By Alastair Bland

The number one item still found in California’s beach and coast clean ups is cigarette butts, according to Surfrider’s San Francisco chapter director Shelley Ericksen. Surfrider’s “Hold-on-to-your-Butt” campaign, launched in 1992, and local law enforcement have failed to make a dent in the habit of smokers tossing their butts anywhere they please, and this isn’t good for the environment. A 2011 study in the journal Tobacco Control showed that a single butt in a liter of water can lethally poison fish; on a more local level, San Francisco Estuary Institute studies have found that estuary waters contain anywhere from two to ten times as many microplastic particles (cigarette filters are made of plastic) as samples from Chesapeake Bay on the Atlantic Coast. Miriam Gordon of an organization called Upstream says the only answer is to eliminate the filter altogether. In the meantime, butt litter remains one of the last socially accepted forms of illegal polluting.

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Cigarette Butts Still the Number One Item in Coastal Trash

By Alastair Bland

The number one item still found in California’s beach and coast clean ups is cigarette butts, according to Surfrider’s San Francisco chapter director Shelley Ericksen. Surfrider’s “Hold-on-to-your-Butt” campaign, launched in 1992, and local law enforcement have failed to make a dent in the habit of smokers tossing their butts anywhere they please, and this isn’t good for the environment. A 2011 study in the journal Tobacco Control showed that a single butt in a liter of water can lethally poison fish; on a more local level, San Francisco Estuary Institute studies have found that estuary waters contain anywhere from two to ten times as many microplastic particles (cigarette filters are made of plastic) as samples from Chesapeake Bay on the Atlantic Coast. Miriam Gordon of an organization called Upstream says the only answer is to eliminate the filter altogether. In the meantime, butt litter remains one of the last socially accepted forms of illegal polluting.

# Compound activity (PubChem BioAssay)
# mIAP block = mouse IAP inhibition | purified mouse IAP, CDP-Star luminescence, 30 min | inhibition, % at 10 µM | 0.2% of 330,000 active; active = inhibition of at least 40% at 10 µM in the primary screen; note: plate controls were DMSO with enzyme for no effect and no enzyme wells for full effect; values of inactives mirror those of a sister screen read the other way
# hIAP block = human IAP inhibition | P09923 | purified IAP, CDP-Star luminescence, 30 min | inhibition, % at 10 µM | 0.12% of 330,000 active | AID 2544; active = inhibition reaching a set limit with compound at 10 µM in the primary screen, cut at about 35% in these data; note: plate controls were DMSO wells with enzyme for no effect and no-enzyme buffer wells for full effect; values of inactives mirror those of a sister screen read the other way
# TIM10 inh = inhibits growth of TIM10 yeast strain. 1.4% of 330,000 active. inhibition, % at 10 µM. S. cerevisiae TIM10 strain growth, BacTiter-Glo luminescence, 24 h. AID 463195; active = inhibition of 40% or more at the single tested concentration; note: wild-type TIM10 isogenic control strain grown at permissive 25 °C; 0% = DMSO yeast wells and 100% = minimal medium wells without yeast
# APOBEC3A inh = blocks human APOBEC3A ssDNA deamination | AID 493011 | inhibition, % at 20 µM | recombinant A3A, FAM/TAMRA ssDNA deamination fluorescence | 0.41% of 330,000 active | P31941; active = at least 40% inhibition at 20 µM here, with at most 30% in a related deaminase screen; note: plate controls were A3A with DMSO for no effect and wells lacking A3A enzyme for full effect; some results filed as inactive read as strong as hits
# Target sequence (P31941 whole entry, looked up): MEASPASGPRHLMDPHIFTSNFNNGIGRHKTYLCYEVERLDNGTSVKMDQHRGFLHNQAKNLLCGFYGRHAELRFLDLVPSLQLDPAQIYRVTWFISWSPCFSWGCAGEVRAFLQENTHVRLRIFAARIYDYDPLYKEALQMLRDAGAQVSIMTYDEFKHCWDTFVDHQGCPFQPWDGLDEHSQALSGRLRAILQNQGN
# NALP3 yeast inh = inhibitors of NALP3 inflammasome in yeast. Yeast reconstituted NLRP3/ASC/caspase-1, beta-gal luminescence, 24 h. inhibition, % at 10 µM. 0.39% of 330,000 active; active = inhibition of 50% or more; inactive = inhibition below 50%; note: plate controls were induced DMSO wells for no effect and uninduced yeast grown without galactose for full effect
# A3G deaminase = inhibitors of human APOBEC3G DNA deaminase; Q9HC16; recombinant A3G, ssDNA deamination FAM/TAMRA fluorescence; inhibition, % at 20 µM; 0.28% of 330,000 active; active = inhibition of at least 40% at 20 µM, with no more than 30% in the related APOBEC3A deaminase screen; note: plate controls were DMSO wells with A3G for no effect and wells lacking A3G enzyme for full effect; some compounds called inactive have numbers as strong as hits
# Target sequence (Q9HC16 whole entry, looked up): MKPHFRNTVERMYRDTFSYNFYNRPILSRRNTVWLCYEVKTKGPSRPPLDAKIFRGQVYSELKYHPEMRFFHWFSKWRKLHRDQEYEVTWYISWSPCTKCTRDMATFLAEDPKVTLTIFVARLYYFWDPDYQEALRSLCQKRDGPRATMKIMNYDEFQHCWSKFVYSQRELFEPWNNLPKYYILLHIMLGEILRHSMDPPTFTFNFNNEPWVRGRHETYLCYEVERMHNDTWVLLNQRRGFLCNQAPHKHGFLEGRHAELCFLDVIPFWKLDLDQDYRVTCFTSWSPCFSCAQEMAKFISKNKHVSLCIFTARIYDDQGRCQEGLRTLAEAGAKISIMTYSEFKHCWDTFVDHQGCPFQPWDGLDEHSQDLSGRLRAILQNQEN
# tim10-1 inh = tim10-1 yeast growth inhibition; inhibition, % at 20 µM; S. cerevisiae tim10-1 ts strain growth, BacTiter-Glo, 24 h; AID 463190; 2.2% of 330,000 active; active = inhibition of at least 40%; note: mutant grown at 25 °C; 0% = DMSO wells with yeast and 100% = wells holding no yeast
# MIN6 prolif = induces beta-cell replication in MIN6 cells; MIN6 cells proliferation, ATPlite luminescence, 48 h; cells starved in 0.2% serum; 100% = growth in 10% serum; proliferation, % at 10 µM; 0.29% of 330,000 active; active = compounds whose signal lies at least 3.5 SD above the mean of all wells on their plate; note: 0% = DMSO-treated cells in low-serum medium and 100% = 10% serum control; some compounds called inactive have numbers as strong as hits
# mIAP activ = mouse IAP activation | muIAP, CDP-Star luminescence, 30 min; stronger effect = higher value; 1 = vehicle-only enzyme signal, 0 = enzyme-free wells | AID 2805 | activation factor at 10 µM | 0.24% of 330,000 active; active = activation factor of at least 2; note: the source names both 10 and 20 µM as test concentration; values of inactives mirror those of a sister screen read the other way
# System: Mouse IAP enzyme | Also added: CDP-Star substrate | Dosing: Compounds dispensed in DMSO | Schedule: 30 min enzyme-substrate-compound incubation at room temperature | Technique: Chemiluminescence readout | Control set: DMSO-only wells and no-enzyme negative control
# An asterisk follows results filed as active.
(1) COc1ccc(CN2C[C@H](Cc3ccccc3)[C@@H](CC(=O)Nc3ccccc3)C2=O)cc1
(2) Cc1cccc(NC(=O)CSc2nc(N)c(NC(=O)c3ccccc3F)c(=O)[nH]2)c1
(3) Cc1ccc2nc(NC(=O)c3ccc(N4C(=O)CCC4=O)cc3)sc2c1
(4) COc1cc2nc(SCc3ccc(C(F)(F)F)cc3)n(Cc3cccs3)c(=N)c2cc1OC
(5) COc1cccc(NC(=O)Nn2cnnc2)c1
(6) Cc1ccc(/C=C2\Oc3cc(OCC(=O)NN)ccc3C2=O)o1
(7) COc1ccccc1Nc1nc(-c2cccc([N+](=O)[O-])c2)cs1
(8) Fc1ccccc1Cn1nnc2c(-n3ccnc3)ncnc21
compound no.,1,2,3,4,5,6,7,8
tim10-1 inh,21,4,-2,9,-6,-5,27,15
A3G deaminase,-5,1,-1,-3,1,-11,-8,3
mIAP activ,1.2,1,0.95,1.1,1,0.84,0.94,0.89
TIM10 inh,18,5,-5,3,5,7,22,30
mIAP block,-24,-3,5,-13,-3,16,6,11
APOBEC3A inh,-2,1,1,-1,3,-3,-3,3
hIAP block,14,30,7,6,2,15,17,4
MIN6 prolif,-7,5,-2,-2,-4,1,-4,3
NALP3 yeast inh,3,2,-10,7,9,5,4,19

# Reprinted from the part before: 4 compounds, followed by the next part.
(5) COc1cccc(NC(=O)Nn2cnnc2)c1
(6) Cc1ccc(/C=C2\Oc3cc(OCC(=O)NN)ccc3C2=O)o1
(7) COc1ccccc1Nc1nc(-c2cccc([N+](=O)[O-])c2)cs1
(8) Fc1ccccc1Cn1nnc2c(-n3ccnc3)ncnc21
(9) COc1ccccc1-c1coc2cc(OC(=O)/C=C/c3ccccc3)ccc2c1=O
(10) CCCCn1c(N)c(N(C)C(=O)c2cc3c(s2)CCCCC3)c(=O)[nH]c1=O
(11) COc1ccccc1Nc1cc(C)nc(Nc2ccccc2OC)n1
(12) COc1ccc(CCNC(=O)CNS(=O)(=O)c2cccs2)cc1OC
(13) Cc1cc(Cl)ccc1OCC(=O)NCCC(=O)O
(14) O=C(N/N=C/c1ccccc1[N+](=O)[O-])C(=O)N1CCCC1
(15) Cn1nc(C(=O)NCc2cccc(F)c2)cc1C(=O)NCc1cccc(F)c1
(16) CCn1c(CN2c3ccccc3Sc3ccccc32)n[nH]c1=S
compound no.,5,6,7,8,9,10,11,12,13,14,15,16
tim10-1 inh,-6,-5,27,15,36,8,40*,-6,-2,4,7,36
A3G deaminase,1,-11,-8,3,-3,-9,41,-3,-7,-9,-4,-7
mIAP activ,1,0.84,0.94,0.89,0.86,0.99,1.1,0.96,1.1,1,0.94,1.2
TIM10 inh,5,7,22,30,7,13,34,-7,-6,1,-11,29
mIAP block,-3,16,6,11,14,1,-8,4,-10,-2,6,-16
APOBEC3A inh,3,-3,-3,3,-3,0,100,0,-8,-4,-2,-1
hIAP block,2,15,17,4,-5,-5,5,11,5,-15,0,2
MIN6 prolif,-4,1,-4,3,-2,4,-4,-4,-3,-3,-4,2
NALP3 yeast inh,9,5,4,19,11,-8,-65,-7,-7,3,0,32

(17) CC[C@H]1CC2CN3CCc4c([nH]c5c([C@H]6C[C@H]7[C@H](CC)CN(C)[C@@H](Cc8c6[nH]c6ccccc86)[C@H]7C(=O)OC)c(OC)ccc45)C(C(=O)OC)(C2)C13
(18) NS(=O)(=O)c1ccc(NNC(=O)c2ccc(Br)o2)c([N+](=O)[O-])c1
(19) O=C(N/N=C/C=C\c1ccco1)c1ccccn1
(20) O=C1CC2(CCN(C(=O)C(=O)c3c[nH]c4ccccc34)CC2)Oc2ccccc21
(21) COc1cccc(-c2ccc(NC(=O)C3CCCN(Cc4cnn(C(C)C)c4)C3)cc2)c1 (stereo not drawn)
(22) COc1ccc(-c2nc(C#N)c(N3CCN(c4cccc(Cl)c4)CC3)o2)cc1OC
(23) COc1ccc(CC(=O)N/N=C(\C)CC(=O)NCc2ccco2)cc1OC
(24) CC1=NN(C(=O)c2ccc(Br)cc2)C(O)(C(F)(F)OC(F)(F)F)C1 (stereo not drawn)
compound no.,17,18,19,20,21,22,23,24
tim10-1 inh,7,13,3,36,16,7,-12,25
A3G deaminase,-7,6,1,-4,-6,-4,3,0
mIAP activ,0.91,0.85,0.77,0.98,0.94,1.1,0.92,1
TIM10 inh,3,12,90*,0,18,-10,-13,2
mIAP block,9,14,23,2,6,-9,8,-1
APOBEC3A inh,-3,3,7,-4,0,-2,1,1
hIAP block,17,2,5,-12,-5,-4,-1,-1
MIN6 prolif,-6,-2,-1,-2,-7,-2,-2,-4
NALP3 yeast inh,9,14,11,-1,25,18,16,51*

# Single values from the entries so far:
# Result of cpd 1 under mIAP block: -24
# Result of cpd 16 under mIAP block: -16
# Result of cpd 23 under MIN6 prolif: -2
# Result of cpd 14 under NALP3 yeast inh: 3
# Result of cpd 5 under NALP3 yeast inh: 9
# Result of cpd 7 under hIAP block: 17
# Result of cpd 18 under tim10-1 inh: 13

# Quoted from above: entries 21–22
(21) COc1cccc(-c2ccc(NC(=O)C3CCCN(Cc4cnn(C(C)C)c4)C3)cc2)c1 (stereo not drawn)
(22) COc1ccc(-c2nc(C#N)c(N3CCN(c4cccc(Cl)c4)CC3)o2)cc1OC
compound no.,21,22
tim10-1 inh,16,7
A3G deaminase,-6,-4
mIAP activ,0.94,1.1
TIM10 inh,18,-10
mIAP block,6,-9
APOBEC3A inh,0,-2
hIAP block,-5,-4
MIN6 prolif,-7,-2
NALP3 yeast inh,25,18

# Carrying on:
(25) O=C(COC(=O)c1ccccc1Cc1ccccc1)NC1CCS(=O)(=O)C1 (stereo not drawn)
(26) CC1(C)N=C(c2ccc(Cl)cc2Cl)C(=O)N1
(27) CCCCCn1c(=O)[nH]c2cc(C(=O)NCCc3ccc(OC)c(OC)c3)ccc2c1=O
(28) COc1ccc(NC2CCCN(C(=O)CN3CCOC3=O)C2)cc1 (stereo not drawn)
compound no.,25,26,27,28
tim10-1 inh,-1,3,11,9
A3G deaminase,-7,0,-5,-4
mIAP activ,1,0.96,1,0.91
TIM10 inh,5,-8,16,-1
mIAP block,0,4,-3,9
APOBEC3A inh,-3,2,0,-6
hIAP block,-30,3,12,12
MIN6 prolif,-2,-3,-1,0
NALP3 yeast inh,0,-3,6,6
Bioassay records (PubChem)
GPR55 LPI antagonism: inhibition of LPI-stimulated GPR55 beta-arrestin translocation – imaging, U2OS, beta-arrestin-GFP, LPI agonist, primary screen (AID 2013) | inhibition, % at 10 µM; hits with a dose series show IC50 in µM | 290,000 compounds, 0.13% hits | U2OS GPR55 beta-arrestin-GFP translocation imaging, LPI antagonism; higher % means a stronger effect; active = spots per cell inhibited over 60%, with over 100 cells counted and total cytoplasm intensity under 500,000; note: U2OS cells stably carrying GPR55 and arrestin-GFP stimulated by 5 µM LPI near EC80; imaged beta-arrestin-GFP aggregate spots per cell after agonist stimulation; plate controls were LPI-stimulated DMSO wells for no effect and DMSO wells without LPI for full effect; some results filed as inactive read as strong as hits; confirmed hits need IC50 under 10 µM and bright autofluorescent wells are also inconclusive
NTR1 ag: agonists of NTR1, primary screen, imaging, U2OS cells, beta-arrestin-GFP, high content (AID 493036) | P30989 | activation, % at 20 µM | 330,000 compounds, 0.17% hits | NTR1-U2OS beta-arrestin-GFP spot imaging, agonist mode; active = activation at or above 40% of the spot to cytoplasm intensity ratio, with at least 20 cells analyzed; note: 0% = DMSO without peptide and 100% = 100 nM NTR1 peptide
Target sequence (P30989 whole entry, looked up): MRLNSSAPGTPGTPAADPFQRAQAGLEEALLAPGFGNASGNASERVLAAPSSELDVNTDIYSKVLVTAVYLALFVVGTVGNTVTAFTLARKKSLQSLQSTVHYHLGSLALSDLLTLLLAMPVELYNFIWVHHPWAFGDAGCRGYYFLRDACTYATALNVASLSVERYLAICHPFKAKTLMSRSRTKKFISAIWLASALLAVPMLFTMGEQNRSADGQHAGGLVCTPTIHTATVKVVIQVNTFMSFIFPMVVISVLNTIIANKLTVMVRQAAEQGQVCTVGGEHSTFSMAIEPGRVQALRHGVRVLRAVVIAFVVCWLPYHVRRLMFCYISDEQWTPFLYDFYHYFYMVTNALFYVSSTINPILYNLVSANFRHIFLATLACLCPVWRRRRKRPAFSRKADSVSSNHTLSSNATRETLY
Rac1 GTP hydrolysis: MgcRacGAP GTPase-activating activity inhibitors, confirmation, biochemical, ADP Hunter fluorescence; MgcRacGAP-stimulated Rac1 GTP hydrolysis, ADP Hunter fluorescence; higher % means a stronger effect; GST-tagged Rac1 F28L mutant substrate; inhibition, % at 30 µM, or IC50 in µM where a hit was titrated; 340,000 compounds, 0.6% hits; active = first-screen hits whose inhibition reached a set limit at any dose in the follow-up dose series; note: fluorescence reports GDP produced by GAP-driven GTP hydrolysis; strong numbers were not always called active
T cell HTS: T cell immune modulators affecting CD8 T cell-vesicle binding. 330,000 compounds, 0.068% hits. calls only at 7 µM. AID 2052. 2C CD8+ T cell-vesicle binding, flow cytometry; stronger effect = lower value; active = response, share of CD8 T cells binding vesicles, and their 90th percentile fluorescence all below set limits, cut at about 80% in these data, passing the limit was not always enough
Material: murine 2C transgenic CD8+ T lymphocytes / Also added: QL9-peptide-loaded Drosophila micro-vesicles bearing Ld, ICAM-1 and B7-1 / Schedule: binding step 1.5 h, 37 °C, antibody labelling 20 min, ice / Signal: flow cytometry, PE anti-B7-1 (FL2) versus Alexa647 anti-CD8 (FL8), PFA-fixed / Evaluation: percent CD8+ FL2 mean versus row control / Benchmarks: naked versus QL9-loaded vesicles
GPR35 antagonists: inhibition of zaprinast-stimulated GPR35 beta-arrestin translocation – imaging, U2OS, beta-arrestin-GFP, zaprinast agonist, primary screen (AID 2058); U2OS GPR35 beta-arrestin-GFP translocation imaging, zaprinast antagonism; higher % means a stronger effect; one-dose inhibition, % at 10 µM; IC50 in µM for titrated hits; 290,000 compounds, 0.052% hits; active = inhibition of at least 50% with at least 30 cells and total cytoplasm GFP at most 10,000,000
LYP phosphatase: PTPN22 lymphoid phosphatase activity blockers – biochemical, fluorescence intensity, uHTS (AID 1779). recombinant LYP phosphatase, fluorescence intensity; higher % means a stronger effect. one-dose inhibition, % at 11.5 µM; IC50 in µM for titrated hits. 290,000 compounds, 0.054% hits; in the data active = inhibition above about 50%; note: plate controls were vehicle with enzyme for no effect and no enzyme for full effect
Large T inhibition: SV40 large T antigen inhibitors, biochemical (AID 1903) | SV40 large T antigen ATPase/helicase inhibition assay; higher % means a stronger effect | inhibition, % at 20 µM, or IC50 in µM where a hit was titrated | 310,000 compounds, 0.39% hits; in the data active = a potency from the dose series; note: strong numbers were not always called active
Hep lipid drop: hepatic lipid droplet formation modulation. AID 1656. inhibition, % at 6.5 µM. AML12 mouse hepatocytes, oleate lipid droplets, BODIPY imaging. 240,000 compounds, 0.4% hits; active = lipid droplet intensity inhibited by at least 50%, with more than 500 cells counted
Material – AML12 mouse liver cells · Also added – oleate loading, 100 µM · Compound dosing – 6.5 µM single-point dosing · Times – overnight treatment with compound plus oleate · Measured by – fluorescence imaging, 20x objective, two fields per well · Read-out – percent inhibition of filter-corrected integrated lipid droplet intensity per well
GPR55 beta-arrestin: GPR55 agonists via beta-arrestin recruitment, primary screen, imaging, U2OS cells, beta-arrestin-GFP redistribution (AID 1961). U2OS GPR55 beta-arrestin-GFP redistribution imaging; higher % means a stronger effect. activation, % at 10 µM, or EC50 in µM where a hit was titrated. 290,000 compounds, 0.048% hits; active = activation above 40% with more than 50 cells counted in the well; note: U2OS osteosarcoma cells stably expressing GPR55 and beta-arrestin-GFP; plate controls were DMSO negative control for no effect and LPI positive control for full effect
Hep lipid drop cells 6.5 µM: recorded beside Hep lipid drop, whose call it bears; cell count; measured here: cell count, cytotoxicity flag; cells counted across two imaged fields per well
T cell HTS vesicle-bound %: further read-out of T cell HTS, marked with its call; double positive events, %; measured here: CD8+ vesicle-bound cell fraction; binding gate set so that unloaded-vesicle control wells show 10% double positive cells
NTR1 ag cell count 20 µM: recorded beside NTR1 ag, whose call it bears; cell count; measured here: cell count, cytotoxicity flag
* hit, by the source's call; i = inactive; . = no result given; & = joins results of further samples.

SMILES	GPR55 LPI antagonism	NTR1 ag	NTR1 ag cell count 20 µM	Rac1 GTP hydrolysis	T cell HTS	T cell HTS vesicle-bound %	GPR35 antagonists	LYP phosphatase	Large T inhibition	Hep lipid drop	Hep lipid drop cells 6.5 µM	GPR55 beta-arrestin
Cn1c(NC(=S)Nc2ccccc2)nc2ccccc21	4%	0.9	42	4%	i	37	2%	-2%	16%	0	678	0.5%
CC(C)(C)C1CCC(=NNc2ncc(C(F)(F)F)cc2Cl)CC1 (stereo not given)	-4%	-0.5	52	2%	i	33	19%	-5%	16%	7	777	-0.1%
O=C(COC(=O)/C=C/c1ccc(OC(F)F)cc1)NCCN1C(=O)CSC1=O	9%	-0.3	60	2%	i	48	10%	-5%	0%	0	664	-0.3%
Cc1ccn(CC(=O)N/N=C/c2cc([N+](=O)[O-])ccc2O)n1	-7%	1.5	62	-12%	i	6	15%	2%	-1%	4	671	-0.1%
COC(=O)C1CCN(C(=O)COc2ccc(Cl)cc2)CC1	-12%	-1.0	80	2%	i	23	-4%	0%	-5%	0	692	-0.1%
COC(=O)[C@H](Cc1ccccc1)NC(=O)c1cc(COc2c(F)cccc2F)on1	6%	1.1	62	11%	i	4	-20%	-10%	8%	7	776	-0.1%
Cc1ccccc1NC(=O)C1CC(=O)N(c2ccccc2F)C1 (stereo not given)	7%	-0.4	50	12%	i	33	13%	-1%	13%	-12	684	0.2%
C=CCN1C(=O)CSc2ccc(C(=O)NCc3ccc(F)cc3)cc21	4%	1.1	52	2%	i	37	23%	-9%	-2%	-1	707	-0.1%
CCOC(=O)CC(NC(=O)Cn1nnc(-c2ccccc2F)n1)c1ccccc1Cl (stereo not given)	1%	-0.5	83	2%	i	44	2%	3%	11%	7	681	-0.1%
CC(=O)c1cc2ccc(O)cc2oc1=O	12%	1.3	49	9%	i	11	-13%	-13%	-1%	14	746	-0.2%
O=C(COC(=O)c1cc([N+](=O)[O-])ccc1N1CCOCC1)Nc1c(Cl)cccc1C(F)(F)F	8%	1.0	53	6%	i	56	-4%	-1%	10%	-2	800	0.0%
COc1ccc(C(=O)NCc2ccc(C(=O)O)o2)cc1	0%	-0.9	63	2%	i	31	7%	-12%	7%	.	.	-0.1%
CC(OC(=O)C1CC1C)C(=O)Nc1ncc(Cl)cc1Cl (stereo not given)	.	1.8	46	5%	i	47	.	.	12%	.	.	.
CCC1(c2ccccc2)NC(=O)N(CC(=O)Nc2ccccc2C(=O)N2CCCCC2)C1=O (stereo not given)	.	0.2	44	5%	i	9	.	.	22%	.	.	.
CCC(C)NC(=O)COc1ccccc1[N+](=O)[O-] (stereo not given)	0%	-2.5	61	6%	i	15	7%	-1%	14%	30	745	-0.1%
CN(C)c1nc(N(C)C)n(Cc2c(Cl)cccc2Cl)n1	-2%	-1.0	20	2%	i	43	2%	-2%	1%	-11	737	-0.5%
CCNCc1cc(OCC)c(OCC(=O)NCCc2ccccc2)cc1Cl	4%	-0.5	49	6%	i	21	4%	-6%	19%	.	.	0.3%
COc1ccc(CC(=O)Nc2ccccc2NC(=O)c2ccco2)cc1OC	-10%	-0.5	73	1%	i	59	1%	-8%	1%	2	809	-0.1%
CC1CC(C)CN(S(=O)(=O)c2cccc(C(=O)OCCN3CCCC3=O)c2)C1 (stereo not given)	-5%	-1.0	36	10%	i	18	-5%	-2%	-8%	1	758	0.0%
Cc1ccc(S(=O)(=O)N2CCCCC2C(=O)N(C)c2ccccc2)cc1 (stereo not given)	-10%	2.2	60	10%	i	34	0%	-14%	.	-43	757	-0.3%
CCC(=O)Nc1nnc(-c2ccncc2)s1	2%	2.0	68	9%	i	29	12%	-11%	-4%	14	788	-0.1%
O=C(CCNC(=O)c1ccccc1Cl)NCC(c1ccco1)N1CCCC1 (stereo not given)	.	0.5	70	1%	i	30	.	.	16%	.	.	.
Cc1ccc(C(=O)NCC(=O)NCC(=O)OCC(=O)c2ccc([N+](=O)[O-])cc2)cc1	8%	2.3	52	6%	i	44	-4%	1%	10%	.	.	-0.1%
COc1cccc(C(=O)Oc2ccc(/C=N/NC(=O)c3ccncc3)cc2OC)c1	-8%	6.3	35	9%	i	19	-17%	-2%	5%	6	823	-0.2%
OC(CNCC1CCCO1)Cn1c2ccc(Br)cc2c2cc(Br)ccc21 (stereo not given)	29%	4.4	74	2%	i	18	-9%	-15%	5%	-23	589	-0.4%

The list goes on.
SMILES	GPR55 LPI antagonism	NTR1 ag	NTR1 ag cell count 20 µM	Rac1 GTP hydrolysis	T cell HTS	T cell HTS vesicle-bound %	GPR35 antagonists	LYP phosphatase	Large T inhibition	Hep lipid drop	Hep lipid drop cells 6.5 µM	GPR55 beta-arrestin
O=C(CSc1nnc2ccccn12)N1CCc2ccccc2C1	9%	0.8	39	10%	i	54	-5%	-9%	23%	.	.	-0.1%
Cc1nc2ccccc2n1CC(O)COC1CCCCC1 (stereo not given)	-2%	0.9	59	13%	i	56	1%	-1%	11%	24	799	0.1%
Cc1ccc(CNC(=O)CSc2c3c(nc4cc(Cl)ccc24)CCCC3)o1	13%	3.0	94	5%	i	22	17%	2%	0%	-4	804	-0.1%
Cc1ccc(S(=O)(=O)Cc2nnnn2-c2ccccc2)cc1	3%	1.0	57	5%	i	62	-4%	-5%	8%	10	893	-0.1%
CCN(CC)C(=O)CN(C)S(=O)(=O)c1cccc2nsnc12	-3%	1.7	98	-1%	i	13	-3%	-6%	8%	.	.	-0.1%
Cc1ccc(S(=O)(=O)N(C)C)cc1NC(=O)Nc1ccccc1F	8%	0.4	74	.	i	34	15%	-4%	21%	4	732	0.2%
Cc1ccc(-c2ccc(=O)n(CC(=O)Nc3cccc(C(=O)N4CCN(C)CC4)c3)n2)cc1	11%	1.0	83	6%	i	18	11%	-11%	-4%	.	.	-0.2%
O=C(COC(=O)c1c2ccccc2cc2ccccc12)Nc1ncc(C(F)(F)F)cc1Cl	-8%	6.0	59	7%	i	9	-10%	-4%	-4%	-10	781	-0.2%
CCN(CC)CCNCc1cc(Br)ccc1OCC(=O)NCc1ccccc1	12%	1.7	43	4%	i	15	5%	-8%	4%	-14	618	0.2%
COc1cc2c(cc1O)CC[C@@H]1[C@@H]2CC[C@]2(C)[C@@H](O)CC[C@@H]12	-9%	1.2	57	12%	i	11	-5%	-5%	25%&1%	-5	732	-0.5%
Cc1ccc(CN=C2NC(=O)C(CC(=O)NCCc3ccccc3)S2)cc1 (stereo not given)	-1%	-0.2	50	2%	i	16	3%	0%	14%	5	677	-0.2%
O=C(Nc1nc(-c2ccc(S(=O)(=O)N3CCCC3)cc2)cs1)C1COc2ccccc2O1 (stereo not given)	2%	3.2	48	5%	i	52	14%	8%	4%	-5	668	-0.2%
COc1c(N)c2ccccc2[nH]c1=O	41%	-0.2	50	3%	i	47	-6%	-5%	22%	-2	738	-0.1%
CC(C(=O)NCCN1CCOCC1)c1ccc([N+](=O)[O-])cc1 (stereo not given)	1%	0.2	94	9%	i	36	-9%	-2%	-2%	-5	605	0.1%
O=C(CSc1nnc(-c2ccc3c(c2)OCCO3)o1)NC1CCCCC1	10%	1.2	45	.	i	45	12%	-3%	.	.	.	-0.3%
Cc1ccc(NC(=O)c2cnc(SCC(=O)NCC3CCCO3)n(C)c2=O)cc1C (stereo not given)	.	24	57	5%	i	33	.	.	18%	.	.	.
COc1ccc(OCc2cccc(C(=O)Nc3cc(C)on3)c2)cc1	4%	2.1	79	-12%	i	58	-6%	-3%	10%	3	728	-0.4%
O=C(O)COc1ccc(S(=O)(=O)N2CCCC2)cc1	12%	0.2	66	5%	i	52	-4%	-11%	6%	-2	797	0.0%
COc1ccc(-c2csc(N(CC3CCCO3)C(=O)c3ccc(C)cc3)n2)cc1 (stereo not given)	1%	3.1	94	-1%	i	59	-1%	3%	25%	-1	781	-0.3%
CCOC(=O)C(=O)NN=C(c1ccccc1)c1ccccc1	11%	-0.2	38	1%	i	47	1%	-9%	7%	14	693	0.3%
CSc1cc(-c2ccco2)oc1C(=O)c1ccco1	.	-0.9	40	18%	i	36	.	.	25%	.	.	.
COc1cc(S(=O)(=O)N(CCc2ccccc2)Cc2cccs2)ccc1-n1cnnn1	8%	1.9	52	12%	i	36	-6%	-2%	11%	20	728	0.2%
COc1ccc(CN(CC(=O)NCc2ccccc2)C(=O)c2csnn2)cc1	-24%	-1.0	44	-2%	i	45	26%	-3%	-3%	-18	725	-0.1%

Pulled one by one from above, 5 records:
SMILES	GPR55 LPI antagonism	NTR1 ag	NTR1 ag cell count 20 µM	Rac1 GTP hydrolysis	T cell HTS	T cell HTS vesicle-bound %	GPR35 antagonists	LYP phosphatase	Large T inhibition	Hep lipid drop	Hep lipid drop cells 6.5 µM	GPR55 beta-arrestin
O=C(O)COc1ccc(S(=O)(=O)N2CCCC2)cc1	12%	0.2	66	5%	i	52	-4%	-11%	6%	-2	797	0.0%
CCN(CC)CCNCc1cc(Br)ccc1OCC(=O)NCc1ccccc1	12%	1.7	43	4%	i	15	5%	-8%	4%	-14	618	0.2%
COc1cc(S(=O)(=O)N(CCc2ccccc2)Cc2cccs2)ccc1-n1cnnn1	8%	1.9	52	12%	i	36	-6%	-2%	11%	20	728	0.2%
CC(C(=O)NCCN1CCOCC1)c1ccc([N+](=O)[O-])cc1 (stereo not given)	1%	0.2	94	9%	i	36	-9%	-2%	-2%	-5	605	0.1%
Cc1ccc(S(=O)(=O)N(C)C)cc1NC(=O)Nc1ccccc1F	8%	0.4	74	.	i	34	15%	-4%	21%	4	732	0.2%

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About the author

A native to San Francisco, Alastair Bland is a freelance journalist who writes about water policy in California, rivers and salmon, marine conservation and climate change. His work has appeared at NPR.org, Smithsonian.com, Yale Environment 360 and News Deeply, among many other outlets. When he isn't writing, Alastair is likely riding his bicycle uphill as fast as he can.